I received your list for teachers from Sensory Swim. I absolutely love it! My son,
    is 6years old and transitioning next year to kindergarten. Oh yeah, he happens to have Down Syndrome. I have had him in preschool since age 2. He has learned rather quickly that if he doesn’t like the way a teacher approaches a lesson or treats him, he will simply not comply. When he feels like the teacher cares, he will learn quickly and insist on doing the task all day long. He also had an experience where a teacher made it clear to the class that my son rarely followed directions and this
    annoyed her. The class then followed suit. After running into a few of the kids out shopping with my son. He would say “HI” and they would look at him like “bad boy.”
    Well we moved on to a much better teacher. He did very well and for the first time went to school without a struggle. And the search for these amazing human beings we call teachers, that HAVE the patience, care and desire to have our kids learn effectively and break down barriers when they don’t, continues…..We are in the process of the kindergarten IEP right now. I will be asking for permission to pass on your list. I also plan to address my son’s class and answer any questions the kids/teacher may have. Thank you for this great list. It is so well written and right on!
    see to it that our kids learn

  3. Ann Holmes says:

    Thanks, Gillian! I’m sending this link to my daughter-in-law to send to school with our granddaughter. The name designation is so often incorrect even by people who should know – Down syndrome. Thanks for making that clear – bugs me!

  4. grace says:

    great list…and yes, the teacher makes all the difference. amazing how our kids take non verbal clues, and understand the ‘insides’ of those around us… my son made it quite clear that he had a lot of friends at school, and some buddies! 🙂 loved that he could discern the two. he also knew which teachers were ‘safe’ for him! i hope and pray that this list will help many…. <3

  5. B Stone says:

    Your message proves how NORMAL children with Down Syndrome are. all of your advise would work wonders for every child in any teacher’s classroom. Thank you. BTW I always thought it was Down’s . Now I know!!!
    Keep advocating for your girls.

  6. Melissa R. says:

    What a great list! So many helpful reminders! As a teacher of students who have Down Syndrome, I applaud your list, and agree so much depends on the teacher! So, it is up to us to do all we can for these kiddos- just as we would for ALL kiddos!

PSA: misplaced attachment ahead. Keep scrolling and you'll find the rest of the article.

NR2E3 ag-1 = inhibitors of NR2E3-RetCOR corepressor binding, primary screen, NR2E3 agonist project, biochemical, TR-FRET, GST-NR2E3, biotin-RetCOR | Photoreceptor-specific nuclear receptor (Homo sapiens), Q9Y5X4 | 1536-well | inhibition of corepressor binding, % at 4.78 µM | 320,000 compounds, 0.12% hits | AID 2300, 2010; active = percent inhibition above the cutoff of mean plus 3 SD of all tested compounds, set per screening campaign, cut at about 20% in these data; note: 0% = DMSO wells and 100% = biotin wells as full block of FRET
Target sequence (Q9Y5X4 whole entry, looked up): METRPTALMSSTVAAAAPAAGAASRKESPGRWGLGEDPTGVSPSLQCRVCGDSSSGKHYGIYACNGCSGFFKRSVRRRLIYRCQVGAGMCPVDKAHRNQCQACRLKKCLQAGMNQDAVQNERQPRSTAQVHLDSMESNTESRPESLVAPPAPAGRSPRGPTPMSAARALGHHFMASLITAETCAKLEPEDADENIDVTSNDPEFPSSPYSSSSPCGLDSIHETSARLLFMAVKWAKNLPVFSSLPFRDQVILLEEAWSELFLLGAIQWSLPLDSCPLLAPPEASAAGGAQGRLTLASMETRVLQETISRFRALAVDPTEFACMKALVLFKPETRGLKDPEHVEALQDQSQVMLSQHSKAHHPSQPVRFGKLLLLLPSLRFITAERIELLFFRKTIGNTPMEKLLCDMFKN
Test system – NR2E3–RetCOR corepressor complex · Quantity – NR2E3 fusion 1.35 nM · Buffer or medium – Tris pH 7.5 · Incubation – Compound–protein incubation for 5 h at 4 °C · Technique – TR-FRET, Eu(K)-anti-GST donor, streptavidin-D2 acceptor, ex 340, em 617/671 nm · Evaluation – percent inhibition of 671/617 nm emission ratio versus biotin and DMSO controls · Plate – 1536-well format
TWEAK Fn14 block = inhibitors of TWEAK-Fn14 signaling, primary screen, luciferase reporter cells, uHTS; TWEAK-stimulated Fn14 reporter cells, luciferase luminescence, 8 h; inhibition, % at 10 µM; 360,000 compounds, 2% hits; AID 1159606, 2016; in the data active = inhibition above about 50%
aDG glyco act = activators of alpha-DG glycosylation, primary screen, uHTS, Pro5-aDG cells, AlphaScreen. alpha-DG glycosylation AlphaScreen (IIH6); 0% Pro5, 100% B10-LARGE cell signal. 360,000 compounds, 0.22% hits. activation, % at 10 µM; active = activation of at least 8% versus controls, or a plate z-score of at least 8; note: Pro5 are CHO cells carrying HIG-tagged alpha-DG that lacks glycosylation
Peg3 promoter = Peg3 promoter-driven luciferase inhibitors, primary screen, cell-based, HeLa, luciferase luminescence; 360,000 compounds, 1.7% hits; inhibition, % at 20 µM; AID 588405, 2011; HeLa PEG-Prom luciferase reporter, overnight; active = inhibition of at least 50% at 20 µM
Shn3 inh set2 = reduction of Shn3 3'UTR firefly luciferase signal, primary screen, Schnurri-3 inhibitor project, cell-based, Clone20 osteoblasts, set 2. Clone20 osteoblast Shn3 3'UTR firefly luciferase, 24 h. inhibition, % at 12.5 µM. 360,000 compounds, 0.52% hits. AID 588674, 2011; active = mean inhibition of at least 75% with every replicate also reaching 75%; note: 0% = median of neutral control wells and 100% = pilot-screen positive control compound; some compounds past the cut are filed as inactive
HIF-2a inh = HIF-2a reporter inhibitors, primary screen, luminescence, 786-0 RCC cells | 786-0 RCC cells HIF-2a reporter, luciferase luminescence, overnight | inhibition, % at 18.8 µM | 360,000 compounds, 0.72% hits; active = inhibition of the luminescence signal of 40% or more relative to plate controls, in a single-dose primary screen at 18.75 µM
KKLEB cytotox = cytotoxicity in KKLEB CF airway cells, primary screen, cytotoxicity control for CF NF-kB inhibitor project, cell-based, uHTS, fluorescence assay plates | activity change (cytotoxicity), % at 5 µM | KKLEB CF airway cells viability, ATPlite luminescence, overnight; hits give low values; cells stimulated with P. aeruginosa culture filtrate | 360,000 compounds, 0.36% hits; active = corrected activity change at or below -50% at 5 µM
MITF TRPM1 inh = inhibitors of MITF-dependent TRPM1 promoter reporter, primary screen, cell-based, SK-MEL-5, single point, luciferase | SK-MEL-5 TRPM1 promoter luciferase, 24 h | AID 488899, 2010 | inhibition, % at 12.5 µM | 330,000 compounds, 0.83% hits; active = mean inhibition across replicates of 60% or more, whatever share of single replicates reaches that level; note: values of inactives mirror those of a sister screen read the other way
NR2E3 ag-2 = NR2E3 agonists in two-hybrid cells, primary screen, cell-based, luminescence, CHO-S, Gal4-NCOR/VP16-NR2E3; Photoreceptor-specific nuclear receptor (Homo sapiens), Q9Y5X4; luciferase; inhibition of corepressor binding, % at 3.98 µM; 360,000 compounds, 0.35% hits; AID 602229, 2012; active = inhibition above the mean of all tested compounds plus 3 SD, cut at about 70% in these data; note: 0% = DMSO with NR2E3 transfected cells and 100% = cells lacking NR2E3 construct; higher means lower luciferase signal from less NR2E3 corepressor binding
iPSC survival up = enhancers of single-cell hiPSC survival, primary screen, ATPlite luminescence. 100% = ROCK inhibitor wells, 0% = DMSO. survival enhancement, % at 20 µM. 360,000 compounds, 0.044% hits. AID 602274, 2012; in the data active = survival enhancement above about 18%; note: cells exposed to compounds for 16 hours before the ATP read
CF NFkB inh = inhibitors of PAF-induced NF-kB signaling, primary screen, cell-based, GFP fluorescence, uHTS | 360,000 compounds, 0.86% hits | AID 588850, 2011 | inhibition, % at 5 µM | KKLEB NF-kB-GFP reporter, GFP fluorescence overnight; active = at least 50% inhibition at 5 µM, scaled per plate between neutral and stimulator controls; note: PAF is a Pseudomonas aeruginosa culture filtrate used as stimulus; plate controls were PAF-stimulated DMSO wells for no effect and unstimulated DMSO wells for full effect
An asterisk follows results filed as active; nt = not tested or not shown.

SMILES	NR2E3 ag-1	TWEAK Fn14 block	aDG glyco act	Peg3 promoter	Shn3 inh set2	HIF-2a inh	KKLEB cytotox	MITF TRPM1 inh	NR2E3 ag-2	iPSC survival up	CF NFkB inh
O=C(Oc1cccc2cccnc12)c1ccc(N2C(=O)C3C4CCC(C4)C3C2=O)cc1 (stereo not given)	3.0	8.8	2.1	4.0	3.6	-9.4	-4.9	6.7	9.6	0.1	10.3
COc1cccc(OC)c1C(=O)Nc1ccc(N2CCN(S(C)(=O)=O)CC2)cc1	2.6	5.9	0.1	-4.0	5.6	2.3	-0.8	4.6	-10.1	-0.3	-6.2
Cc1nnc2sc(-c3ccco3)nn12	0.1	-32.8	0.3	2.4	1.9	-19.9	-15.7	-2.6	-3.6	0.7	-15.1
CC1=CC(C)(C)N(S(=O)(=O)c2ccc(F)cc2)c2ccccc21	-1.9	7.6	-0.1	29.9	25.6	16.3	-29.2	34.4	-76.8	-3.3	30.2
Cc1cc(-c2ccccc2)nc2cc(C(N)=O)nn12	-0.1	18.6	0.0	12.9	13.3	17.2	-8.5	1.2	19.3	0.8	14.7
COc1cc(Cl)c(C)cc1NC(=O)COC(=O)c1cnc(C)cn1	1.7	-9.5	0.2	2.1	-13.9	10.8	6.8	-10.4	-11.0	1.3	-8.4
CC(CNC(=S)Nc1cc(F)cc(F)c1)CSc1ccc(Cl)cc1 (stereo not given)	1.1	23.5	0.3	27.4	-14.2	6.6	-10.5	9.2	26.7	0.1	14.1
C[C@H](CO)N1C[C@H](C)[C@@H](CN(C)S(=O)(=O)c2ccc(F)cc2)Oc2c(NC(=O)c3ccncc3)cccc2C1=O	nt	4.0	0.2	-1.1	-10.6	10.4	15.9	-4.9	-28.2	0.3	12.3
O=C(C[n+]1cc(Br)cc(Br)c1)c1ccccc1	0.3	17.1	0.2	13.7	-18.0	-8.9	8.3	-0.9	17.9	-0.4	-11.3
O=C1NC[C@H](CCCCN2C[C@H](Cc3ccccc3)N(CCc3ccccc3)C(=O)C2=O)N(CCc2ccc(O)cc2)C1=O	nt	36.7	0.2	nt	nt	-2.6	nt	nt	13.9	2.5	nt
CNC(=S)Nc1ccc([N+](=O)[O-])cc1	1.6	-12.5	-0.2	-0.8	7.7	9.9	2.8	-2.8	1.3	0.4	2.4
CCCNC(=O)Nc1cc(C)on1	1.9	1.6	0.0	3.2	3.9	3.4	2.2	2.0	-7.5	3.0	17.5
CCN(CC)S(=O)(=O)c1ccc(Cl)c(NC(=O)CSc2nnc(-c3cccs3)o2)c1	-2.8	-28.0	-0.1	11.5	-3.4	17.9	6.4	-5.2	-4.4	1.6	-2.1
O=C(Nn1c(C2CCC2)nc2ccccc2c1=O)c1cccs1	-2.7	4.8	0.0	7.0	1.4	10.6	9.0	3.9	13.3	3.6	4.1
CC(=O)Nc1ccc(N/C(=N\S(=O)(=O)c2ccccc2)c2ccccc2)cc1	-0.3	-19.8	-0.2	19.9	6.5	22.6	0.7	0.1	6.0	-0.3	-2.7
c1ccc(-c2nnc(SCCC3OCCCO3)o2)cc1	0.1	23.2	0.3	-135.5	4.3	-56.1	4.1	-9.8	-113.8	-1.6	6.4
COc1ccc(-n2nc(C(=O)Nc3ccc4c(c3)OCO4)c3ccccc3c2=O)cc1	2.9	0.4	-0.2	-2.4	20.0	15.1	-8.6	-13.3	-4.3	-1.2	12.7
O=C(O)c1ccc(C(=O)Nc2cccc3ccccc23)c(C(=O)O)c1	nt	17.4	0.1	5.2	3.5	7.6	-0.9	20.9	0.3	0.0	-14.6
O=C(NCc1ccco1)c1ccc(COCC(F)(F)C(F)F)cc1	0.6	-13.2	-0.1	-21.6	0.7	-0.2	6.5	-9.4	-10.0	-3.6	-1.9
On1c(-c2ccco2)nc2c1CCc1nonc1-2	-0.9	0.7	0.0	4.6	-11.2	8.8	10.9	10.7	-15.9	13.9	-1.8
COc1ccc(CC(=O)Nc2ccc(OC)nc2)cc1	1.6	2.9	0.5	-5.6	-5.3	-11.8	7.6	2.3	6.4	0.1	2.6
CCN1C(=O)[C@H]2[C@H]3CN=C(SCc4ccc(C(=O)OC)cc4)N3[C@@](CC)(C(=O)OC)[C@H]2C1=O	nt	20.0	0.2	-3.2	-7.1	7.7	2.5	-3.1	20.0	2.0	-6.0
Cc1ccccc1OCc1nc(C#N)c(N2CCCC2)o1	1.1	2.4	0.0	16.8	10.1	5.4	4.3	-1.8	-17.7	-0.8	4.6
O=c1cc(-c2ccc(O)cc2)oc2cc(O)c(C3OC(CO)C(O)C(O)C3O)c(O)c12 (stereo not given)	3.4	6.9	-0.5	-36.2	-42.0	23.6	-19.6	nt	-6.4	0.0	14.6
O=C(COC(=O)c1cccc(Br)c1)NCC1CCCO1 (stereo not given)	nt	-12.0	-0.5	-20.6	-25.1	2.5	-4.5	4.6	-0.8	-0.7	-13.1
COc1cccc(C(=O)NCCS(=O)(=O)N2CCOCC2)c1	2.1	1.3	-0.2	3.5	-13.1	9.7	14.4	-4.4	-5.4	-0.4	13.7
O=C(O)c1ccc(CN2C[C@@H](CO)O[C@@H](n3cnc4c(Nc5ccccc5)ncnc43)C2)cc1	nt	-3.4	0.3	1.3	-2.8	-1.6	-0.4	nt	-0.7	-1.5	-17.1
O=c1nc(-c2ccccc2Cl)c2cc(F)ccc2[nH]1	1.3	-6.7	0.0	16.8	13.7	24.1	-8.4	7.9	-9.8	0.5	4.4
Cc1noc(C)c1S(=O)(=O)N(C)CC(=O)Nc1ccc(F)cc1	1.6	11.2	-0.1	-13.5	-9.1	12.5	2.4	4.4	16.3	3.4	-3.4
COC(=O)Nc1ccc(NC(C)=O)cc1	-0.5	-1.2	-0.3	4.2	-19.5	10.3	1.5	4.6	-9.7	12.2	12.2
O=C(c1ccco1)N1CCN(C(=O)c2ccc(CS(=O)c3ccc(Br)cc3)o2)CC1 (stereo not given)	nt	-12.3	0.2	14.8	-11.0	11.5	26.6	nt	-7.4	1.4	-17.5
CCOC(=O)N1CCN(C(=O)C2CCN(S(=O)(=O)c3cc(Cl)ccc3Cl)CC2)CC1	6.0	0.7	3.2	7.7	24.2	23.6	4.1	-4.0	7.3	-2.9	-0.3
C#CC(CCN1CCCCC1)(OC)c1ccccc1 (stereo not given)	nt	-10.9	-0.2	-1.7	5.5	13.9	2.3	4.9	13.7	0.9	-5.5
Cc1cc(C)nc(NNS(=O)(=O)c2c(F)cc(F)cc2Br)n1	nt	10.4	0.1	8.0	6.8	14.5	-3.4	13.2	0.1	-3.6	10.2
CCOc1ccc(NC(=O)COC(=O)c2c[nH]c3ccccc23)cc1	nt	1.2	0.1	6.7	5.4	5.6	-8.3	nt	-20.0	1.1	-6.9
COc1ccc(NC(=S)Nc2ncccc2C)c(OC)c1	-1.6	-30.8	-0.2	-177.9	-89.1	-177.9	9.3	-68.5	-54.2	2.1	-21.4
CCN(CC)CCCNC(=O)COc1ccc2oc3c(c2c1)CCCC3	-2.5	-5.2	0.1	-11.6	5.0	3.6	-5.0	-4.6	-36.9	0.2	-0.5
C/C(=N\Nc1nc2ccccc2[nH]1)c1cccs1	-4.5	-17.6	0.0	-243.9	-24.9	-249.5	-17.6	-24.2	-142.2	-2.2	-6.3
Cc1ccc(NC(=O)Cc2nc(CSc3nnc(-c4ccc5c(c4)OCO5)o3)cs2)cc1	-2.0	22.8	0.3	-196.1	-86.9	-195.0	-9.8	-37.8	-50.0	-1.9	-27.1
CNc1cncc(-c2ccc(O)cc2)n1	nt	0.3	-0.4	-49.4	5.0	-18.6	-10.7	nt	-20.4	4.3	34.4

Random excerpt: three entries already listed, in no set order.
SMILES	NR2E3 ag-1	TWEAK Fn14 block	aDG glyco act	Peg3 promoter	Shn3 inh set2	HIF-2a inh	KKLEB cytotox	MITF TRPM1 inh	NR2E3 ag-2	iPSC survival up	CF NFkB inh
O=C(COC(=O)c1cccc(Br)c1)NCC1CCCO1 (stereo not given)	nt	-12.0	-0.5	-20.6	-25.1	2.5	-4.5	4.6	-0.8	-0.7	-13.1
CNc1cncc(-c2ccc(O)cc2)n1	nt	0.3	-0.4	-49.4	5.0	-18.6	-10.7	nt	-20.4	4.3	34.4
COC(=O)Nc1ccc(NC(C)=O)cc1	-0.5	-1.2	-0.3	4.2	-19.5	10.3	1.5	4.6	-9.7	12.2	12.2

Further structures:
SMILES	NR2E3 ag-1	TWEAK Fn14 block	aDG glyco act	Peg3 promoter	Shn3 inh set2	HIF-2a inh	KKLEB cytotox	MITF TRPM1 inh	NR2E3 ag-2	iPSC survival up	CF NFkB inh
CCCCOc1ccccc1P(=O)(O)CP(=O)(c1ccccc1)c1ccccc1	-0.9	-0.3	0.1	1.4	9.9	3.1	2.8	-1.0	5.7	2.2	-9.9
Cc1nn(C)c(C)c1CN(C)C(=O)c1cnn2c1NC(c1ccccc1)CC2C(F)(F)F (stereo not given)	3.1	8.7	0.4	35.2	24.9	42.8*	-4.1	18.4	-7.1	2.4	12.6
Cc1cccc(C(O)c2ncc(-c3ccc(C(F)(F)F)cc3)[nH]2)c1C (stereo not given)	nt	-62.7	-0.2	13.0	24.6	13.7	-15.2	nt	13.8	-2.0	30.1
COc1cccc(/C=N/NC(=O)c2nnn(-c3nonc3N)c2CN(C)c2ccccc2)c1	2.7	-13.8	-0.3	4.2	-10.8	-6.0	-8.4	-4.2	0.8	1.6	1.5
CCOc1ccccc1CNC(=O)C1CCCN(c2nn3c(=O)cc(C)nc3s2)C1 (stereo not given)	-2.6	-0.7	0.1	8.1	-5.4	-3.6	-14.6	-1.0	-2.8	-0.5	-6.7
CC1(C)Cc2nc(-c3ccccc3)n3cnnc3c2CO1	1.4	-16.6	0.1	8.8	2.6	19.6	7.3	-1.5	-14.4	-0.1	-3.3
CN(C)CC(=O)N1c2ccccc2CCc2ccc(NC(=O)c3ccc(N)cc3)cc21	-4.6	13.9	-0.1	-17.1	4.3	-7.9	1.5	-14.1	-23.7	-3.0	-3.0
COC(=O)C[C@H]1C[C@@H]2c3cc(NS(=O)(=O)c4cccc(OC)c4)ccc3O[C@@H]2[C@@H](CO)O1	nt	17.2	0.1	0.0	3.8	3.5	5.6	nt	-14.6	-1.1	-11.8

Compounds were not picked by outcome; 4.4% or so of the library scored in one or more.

7. RUTH says:

    Nice article! As a sister with a sister with Down Syndrome who functioned very high (6th grade level), we were so pleased schools expected the best of her. (Small town – god bless them). My parents also expected the best of her and didn’t let her ride on her disability. She died when she was 51, but lived a fabulous life. My only disappointment – group homes in her last years where they “did” too much for her and she started losing her skills. Eventually she lost them all to Alzheimers, but early on, I’m like WHAT? She can make her own bed, etc. And BTW, I’m a DD Social Worker, so I con’t talk about this lightly 🙂

  8. Tara says:

    Well done but one point. It depends here you are. In the uk we refer to Downs Syndrome. Like Edwards syndrome and many others. We are aware that Robert Langodon down did not have and does not own it. This happens in many medical discoveries but its is only downs syndrome that it has become a ‘thing. It was he who ‘owns’ the work he did to identify it. In that way the s is kept in differential respect. It is only the US that has decided to change it.

  9. valueall says:

    .oh my gosh-that was truly awful!!! “children with DS CAN learn”??? What-the? Of course they can-that’s a given for goodness sakes (sorry but this has really pushed my buttons). Please-after 12 years of school with my child with DS the biggest, THE most important thing I can advise is “NO DRAMA!~” A lot of people in services, including education, love drama …making a fuss about having a child with DS in the classroom and explaining to the other kids about the “special kid in the class” is exactly a good example of that-its creating drama. Just be ORDINARY! My boy just went to school like his siblings and the kids just accepted him-loved him (and many went on to get holiday jobs in the disability sector…..his peers were lovely kind kids in the main and they LEARNED a lot of this from my son-he TAUGHT them…they owe him for his teaching them all about love & acceptance-he is very non-judgmental and they could see that. He also has an extremely high EQ-Emotional Intelligence-which he showed to other kids…….) I did supply teachers with info from the practical, no nonsense, no drama DownsEd UK centre for ideas on communication-he learned to read and write via normal teaching and as for IEPS!! Waste of time (and jolly nuisance having to sort out child care so you can attend. Also they are soooo depressing as they are usually deficit-model based and you hear a litany of all the things they can’t do or how bad their behaviour is-no other parent has to listen to that. Also never have notebooks-they end up the same-need a good stiff whisky to steel yourself to read the daily negative, dramatic entries). Just do goals like you do for other students and have tele-conferences with “allied staff” …… I can say that primary school was fab cos the head teacher had an intellectually disabled sister and was into no nonsense/no drama education for kids with DS…..was all down hill after that and I can most definitely say that the best day of his education post primary school was his last day! Its also really sad to think that he has taught himself more via You Tube then his last 6 years at school. Just my experince